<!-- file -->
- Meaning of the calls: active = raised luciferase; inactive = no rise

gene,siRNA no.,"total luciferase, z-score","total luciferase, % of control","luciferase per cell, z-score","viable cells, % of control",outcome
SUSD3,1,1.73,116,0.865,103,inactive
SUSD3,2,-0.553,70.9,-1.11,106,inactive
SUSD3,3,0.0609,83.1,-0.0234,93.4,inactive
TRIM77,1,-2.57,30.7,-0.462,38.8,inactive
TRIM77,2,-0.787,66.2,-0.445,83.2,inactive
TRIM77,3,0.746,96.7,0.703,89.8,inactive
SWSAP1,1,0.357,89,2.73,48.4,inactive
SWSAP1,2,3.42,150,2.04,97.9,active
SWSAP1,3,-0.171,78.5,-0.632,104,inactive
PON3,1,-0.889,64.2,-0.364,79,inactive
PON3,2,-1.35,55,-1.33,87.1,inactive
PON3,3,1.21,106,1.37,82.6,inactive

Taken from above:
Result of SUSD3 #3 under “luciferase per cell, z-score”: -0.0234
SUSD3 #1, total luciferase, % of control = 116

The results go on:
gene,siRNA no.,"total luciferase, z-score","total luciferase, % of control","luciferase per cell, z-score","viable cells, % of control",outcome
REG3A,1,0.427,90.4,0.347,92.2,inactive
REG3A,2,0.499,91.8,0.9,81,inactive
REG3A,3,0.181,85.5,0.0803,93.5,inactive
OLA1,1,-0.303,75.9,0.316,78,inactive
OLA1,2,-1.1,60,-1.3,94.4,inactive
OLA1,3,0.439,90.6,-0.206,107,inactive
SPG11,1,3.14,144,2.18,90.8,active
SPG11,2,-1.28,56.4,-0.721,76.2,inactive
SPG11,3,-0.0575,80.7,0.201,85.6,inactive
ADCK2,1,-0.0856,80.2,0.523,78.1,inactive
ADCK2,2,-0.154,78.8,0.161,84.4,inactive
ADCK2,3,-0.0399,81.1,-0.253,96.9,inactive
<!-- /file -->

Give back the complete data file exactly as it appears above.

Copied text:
- Meaning of the calls: active = raised luciferase; inactive = no rise

gene,siRNA no.,"total luciferase, z-score","total luciferase, % of control","luciferase per cell, z-score","viable cells, % of control",outcome
SUSD3,1,1.73,116,0.865,103,inactive
SUSD3,2,-0.553,70.9,-1.11,106,inactive
SUSD3,3,0.0609,83.1,-0.0234,93.4,inactive
TRIM77,1,-2.57,30.7,-0.462,38.8,inactive
TRIM77,2,-0.787,66.2,-0.445,83.2,inactive
TRIM77,3,0.746,96.7,0.703,89.8,inactive
SWSAP1,1,0.357,89,2.73,48.4,inactive
SWSAP1,2,3.42,150,2.04,97.9,active
SWSAP1,3,-0.171,78.5,-0.632,104,inactive
PON3,1,-0.889,64.2,-0.364,79,inactive
PON3,2,-1.35,55,-1.33,87.1,inactive
PON3,3,1.21,106,1.37,82.6,inactive

Taken from above:
Result of SUSD3 #3 under “luciferase per cell, z-score”: -0.0234
SUSD3 #1, total luciferase, % of control = 116

The results go on:
gene,siRNA no.,"total luciferase, z-score","total luciferase, % of control","luciferase per cell, z-score","viable cells, % of control",outcome
REG3A,1,0.427,90.4,0.347,92.2,inactive
REG3A,2,0.499,91.8,0.9,81,inactive
REG3A,3,0.181,85.5,0.0803,93.5,inactive
OLA1,1,-0.303,75.9,0.316,78,inactive
OLA1,2,-1.1,60,-1.3,94.4,inactive
OLA1,3,0.439,90.6,-0.206,107,inactive
SPG11,1,3.14,144,2.18,90.8,active
SPG11,2,-1.28,56.4,-0.721,76.2,inactive
SPG11,3,-0.0575,80.7,0.201,85.6,inactive
ADCK2,1,-0.0856,80.2,0.523,78.1,inactive
ADCK2,2,-0.154,78.8,0.161,84.4,inactive
ADCK2,3,-0.0399,81.1,-0.253,96.9,inactive